Massimo Di Carlo is Director of Galleria dello Scudo, established in Verona in 1968. A member of the advisory committees of numerous public exhibitions, he was President of ANGAMC – The Association of National Modern and Contemporary Art Galleries – for three consecutive mandates, from 2001 to 2013. Di Carlo is currently a member of Arte Fiera’s Selection Committee.
Let’s talk about Venice:
First of all, there’s the on-going exhibition at the Emilio and Annabianca Vedova Foundation: Renzo Piano. Progetti d'acqua, curated by Fabrizio Gazzarri. Chosen by the famous architect himself, the projects look at architecture’s relationship with water. Designed by Studio Azzurro, the immersive visual and acoustic mise-en-scène conducts visitors on a tour of the projects starting from 1984.
Then there’s the long awaiting, and much needed, exhibition Osvaldo Licini at the Peggy Guggenheim Collection. Curated by Luca Massimo Barbero, the exhibit is a welcome investigation of the work of a visionary artist, who deserves serious critical reappraisal. On my visit, I saw extraordinary works, many reappearing in public for the first time in years.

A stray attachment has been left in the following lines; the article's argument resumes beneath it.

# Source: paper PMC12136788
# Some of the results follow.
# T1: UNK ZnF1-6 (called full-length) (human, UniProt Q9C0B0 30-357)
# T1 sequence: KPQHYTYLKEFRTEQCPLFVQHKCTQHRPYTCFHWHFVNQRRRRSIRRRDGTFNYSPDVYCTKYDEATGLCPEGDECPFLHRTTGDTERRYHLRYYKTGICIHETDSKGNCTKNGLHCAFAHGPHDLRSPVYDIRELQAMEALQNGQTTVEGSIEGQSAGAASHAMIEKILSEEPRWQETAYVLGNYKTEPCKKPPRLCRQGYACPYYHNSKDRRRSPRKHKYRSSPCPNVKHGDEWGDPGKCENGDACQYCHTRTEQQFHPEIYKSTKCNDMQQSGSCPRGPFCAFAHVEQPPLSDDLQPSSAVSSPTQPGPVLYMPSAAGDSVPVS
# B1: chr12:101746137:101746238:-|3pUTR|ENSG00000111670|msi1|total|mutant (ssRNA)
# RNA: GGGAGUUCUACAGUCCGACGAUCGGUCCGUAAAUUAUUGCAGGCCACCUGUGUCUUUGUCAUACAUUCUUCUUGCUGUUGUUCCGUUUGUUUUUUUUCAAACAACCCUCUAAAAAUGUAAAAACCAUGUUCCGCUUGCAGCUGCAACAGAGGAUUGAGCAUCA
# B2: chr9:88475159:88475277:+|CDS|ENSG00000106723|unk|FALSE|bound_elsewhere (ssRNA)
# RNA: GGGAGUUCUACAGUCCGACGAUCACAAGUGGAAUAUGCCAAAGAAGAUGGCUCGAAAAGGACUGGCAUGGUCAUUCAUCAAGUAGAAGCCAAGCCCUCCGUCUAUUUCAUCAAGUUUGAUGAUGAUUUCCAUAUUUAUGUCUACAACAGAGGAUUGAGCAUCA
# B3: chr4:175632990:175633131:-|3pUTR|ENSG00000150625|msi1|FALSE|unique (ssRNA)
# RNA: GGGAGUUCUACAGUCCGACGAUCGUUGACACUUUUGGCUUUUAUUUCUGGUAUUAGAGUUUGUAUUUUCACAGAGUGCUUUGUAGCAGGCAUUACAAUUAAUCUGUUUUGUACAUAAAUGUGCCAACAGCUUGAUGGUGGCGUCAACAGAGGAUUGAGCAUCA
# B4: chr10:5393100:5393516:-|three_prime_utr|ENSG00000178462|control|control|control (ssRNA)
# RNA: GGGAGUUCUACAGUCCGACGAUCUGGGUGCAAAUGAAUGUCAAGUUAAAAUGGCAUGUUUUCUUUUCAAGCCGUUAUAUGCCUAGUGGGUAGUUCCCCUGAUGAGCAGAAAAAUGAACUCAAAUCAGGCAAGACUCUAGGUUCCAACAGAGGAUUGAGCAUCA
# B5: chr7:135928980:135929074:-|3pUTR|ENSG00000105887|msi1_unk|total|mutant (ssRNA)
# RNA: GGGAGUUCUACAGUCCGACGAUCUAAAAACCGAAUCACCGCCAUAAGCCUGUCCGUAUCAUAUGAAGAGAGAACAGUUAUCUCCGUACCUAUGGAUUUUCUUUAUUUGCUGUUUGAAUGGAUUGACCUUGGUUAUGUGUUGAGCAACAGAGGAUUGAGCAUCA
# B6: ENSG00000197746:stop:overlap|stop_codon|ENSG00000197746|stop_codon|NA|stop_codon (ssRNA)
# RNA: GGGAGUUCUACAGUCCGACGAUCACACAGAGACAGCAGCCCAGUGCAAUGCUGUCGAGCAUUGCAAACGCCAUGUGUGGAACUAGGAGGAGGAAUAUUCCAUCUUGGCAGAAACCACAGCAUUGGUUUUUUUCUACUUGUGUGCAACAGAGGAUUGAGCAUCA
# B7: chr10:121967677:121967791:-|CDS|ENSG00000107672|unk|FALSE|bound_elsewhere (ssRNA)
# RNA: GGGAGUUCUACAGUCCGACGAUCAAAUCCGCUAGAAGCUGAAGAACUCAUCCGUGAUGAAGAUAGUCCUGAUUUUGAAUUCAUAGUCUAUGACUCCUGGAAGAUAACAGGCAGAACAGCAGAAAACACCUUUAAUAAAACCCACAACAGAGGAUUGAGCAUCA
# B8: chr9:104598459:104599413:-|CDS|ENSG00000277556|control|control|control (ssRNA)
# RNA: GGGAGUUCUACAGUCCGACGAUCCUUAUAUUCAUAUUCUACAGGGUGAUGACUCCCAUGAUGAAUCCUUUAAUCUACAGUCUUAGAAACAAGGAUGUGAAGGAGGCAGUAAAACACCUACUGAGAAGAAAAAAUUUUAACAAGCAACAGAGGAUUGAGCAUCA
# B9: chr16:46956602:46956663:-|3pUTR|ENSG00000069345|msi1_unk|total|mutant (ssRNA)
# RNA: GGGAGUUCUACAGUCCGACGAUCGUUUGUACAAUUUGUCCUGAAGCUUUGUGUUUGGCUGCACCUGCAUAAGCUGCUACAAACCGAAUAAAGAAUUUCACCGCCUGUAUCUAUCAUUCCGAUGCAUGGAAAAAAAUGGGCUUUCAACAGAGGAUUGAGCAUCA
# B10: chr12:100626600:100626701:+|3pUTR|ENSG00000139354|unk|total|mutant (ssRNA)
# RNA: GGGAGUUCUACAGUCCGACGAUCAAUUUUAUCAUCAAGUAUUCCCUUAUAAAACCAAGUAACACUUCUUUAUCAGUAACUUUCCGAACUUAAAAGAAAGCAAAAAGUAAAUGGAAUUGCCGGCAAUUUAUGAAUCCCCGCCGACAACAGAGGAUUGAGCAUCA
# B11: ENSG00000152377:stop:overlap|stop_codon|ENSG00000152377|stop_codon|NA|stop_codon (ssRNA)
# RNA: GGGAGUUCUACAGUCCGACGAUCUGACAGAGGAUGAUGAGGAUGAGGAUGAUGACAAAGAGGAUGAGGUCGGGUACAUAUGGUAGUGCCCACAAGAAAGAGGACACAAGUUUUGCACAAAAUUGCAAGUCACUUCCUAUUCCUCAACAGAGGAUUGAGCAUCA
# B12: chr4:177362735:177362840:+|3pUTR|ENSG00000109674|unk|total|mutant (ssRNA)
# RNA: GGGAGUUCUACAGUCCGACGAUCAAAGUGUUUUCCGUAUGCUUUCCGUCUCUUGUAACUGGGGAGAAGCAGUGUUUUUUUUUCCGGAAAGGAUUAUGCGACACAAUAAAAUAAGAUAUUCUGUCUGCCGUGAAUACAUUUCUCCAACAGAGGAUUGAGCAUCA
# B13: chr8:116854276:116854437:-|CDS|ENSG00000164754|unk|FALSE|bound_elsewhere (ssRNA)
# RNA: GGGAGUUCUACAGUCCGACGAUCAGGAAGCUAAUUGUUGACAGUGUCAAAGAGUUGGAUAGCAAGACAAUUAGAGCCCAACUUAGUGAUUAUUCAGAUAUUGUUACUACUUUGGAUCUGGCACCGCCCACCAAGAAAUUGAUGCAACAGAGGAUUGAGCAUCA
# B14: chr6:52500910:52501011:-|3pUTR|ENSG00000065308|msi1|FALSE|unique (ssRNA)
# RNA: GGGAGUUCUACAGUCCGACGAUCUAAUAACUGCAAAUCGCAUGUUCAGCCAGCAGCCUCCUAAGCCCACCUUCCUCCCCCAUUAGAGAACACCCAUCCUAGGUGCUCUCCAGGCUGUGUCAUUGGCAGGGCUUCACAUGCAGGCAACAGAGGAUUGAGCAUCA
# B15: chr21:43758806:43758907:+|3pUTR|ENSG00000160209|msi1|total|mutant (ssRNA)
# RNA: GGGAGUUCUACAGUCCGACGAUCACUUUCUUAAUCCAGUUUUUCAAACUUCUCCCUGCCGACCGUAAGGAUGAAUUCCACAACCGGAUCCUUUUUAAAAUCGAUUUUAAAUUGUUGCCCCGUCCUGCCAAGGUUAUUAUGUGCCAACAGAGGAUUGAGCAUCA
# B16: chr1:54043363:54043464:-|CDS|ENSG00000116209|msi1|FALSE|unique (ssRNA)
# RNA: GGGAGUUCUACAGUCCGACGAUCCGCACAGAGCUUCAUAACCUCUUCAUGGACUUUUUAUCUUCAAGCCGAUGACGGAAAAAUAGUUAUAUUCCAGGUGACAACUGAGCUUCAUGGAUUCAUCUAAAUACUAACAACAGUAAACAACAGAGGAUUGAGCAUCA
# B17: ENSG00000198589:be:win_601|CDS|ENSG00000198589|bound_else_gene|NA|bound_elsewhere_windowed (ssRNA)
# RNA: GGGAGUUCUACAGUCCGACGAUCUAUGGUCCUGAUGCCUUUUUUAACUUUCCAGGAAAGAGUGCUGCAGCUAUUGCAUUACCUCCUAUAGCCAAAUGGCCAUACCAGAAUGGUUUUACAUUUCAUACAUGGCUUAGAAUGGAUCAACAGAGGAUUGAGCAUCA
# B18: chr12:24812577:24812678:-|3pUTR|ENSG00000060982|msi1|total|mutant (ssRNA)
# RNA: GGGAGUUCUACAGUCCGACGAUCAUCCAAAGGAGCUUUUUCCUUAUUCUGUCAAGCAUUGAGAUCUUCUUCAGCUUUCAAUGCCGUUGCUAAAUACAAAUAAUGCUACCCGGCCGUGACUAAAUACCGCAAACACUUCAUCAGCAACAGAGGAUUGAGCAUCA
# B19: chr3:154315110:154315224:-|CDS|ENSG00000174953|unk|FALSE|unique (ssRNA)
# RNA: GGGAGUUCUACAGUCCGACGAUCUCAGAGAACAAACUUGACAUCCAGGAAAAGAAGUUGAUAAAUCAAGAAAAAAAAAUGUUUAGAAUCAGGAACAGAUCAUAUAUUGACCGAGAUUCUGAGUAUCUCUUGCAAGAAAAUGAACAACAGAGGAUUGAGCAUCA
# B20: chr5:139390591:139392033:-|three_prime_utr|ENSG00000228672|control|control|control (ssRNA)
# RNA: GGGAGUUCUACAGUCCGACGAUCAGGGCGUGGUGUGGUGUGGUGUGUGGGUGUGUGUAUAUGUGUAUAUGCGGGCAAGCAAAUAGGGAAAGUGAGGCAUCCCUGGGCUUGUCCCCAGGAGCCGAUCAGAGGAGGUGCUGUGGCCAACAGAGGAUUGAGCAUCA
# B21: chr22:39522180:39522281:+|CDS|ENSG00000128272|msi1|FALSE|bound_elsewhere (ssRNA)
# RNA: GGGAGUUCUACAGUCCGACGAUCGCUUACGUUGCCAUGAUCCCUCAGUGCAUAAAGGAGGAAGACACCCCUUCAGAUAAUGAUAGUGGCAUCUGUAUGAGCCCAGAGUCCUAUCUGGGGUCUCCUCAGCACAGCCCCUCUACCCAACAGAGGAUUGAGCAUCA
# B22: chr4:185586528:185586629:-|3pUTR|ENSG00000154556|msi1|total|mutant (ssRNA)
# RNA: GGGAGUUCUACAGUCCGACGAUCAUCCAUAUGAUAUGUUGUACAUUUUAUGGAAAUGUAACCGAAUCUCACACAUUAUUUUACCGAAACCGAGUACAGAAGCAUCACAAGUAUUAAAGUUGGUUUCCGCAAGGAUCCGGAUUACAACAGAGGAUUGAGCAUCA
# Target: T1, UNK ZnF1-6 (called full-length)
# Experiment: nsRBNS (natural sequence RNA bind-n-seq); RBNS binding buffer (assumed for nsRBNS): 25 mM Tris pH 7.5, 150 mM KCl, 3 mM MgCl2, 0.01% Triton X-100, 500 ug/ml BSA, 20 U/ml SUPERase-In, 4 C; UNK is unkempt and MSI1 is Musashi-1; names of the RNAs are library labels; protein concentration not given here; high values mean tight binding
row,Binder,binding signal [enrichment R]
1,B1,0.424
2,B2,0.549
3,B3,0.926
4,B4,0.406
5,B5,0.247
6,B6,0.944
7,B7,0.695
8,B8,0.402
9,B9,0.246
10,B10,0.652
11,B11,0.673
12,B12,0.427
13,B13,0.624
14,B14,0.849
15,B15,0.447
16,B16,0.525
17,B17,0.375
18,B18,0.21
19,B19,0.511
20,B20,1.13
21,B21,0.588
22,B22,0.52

Finally – even if not modern or contemporary art – there’s the Tintoretto exhibition at the Doge’s Palace and Accademia Gallery. The power of depiction and freedom of expression of this Venetian master point to a clear link with some forms of experimentation today, and even earlier during the second half of the last century. The expressive genius of Emilio Vedova is a clear example.
Detail of the staging of “Renzo Piano. Progetti d’acqua”, Fondazione Emilio e Annabianca Vedova, Magazzino del Sale, 24 May 2018 - 06 January 2019. Photo Paolo Utimpergher, Venice
© Fondazione Emilio e Annabianca Vedova, Venezia